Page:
The use of fairytale, music and the goodie/baddie dichotomy remain in Pinocchio at the Unicorn Theatre, but the eggy, set gags and joke routines of panto are thankfully left out. Colourful, detailed design (by Jean Chan) and puppetry (by Chris Pirie) give the show a festive lushness, but it’s the performances that make this Christmas show shine.
The third edition of Royal Court’s Living Newspaper moves online only, with some seriously fierce political writing this time around.
Random and topical thoughts and quotes gathered by My Theatre Mates contributor Aleks Sierz, first published on www.sierz.co.uk.
Stories swirl around each other in Midnight Movie at the Royal Court, growing and fading like variations on a theme in a piece of classical music. It’s heady and disorientating, like a surreal bad dream, yet strangely compelling.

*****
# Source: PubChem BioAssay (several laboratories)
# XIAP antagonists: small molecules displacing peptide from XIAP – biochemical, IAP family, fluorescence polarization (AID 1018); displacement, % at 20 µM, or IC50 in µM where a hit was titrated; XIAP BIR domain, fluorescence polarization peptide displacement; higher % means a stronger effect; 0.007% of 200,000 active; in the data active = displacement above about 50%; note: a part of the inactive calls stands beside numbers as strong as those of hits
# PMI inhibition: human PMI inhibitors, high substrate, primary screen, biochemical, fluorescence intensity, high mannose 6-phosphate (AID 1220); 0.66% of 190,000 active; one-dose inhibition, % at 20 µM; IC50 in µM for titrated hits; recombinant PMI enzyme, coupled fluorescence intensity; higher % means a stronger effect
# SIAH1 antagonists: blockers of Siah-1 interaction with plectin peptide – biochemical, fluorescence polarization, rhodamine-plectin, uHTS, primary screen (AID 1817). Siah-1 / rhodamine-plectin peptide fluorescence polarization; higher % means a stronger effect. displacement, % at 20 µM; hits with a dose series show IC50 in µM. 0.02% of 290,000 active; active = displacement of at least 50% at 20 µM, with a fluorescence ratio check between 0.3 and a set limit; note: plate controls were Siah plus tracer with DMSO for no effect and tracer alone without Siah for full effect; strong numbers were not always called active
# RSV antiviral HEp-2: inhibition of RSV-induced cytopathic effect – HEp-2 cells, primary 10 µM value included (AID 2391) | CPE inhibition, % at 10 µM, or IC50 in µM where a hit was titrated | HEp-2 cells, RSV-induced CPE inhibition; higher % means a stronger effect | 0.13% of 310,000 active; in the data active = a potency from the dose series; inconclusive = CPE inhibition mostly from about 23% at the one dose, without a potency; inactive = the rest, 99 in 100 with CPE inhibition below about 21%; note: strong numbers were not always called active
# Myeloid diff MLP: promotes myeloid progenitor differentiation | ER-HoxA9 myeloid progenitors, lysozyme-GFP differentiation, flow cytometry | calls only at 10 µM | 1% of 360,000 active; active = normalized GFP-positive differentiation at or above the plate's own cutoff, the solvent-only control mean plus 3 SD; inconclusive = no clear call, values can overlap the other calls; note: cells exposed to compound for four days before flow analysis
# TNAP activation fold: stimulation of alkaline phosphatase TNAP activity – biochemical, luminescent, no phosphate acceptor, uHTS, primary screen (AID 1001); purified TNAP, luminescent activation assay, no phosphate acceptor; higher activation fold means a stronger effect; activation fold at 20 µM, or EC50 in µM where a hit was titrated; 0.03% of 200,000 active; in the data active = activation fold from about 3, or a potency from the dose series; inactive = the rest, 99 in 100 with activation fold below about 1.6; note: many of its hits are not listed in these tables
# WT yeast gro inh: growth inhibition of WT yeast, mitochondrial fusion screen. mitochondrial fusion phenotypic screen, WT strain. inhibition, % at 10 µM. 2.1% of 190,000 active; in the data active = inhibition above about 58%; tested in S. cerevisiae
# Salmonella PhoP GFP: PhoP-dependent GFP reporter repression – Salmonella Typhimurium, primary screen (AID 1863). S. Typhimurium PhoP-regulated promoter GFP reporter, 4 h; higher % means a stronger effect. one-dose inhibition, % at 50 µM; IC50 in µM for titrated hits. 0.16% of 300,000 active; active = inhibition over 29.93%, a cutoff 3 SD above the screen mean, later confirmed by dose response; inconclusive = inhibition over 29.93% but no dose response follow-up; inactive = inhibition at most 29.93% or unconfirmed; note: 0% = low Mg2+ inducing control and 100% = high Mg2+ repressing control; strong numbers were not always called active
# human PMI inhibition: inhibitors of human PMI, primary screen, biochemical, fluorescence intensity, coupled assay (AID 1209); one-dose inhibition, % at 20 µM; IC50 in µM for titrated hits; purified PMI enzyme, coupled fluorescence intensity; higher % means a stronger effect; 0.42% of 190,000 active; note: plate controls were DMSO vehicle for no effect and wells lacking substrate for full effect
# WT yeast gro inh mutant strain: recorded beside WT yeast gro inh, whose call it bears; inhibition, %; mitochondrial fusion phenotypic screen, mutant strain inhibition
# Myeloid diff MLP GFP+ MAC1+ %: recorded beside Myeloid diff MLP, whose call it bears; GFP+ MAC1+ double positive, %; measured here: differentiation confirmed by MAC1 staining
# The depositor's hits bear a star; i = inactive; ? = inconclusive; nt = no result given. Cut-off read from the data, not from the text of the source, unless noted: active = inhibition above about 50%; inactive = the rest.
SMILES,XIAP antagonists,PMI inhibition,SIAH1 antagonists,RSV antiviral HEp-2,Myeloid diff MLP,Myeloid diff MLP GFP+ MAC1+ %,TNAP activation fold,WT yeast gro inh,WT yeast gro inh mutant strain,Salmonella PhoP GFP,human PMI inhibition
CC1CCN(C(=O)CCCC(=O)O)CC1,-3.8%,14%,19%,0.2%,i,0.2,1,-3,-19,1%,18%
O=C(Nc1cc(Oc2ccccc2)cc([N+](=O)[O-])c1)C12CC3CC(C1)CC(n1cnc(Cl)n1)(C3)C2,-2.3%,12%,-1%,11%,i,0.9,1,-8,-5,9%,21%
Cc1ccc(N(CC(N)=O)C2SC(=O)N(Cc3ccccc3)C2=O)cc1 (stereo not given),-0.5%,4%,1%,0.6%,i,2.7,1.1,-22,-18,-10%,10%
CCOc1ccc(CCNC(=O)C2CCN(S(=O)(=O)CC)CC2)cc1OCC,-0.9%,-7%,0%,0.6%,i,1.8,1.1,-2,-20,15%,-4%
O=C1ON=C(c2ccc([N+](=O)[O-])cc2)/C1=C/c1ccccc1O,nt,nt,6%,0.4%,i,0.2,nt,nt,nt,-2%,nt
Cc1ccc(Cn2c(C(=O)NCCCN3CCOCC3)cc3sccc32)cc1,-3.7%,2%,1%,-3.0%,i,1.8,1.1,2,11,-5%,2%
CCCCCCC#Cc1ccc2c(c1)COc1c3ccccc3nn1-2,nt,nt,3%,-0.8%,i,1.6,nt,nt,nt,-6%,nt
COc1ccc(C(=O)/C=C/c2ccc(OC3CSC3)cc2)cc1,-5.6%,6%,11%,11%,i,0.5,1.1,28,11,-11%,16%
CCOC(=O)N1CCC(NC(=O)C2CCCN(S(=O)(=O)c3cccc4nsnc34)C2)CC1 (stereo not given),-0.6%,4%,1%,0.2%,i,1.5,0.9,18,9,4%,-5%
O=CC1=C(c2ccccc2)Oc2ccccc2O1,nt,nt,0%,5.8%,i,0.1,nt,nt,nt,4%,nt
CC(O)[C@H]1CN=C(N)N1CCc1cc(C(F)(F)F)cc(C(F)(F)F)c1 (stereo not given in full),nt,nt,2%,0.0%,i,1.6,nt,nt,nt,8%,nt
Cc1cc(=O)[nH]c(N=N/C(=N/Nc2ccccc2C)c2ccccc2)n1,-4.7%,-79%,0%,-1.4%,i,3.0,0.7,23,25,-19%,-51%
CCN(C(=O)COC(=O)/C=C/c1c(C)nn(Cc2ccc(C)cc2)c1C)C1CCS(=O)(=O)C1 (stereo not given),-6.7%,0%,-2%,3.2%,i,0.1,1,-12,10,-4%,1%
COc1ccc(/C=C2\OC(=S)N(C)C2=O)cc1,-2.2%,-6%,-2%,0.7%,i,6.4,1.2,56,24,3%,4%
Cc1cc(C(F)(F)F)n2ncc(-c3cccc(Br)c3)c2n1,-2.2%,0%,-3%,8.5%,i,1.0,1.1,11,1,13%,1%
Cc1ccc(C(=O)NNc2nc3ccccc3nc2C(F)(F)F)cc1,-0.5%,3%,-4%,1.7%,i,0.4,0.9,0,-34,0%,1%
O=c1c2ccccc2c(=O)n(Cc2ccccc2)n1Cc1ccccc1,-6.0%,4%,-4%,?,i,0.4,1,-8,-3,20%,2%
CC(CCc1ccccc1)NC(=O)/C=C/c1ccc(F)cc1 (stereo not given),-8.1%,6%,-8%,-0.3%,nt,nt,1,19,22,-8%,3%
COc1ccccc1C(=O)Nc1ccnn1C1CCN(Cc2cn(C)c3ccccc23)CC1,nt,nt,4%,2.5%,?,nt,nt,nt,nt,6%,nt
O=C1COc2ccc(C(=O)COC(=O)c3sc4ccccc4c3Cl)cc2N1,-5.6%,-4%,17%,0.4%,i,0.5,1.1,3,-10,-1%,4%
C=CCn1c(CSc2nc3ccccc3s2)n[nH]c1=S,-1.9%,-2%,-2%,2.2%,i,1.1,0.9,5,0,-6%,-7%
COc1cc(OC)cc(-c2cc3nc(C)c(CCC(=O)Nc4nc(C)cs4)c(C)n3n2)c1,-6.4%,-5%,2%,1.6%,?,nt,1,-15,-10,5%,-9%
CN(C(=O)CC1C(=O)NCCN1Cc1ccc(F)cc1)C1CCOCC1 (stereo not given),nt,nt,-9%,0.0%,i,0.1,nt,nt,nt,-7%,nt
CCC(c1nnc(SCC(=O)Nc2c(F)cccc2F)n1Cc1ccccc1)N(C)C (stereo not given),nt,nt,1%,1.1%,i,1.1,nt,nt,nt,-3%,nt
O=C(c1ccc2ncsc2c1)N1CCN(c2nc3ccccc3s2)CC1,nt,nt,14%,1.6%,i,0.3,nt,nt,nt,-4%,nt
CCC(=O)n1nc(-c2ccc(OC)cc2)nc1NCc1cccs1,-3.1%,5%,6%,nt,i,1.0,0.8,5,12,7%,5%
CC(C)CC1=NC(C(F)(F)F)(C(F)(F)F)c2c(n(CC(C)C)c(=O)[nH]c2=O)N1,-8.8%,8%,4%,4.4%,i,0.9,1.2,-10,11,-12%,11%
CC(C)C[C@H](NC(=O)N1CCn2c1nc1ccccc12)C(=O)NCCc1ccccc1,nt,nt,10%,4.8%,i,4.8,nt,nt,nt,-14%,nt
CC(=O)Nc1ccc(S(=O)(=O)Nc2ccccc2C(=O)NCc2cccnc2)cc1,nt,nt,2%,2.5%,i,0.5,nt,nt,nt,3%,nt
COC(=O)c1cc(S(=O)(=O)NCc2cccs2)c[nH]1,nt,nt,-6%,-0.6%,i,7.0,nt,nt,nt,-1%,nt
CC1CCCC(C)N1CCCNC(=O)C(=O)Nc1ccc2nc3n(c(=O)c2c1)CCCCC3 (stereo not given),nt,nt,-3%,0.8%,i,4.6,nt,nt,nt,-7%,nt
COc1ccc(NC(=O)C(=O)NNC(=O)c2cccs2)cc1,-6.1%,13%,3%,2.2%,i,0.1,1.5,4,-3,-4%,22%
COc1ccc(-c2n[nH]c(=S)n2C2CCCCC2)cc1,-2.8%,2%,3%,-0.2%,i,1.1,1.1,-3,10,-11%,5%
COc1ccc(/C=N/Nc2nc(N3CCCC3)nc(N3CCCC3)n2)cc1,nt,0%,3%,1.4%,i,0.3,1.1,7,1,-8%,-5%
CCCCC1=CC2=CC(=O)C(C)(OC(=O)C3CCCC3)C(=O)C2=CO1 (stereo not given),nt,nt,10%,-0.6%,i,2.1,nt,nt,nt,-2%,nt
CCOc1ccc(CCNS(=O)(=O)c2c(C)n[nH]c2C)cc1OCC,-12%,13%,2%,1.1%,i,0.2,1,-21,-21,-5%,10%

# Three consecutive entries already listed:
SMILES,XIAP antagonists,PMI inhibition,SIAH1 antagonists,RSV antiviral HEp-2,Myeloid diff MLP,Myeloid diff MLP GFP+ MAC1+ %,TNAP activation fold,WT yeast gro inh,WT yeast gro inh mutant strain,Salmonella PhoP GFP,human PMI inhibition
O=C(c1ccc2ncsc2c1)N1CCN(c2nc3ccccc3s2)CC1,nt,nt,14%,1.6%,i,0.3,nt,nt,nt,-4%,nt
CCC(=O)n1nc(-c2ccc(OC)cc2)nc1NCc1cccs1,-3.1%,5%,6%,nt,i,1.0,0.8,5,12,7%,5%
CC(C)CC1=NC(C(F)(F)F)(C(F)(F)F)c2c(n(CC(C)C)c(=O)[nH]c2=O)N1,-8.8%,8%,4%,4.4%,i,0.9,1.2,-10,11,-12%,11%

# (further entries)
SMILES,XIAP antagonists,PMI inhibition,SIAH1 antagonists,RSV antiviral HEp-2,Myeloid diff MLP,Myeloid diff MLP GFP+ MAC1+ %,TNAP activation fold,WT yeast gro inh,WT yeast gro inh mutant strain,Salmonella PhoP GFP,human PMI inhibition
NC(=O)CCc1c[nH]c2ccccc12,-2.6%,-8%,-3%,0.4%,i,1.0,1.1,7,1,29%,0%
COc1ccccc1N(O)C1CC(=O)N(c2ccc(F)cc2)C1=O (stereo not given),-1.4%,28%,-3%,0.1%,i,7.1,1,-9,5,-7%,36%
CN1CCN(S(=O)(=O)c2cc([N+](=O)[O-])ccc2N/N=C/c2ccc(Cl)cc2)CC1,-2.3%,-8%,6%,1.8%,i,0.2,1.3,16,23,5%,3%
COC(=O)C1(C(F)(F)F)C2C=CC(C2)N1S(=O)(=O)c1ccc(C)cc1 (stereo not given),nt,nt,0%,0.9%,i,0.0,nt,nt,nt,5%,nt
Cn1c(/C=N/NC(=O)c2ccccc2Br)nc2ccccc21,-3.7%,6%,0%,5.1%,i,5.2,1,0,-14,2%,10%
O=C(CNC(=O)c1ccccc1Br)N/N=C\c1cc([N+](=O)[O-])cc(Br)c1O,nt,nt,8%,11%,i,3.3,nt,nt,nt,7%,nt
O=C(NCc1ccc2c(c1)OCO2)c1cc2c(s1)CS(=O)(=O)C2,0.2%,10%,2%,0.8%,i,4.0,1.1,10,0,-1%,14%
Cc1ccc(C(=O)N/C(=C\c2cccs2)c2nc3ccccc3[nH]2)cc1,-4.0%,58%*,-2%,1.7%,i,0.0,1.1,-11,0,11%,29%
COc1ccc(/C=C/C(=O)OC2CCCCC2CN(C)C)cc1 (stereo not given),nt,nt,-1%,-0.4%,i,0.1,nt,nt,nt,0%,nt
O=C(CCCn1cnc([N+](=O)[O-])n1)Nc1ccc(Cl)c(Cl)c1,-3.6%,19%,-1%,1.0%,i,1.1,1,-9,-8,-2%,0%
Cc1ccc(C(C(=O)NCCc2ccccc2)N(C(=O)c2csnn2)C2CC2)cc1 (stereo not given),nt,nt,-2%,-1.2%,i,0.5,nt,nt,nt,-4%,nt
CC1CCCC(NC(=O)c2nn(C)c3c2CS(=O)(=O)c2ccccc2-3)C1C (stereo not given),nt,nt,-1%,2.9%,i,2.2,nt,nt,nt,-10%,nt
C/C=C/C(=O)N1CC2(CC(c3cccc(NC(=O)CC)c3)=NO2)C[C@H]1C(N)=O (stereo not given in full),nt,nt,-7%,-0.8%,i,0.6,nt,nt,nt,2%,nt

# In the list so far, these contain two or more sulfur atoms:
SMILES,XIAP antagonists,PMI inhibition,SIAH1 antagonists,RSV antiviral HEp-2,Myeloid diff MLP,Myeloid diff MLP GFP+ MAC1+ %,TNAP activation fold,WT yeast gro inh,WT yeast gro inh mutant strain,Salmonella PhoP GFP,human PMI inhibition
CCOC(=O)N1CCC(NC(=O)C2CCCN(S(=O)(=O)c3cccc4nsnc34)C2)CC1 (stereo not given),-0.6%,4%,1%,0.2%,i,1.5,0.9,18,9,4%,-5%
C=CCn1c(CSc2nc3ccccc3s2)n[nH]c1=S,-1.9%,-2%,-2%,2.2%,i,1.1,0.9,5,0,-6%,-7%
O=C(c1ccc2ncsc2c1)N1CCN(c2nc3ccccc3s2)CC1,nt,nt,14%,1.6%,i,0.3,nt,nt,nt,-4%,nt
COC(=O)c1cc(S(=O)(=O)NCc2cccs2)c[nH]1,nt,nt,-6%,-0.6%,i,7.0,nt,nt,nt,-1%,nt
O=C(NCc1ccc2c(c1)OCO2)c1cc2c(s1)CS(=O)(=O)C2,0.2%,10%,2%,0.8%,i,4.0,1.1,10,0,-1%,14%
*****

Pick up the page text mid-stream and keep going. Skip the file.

I wanted to love this Midnight Movie, but — like almost any screen experience — I couldn’t quite connect with it. Despite some disturbing passages, it feels like less than the sum of its parts.
Three new plays by Caryl Churchill and a first mainstage appearance by Bezhti author Gurpreeet Kaur Bhatti are among the highlights of the Royal Court Theatre’s next season, a whole year of work which spans from September 2019 to August 2020.
The Trick is another gem in the Bush’s long list of shows that represent parts of society that aren’t often explored, and brings sparkling joy as well as stark reality to this story of loss as well as gain.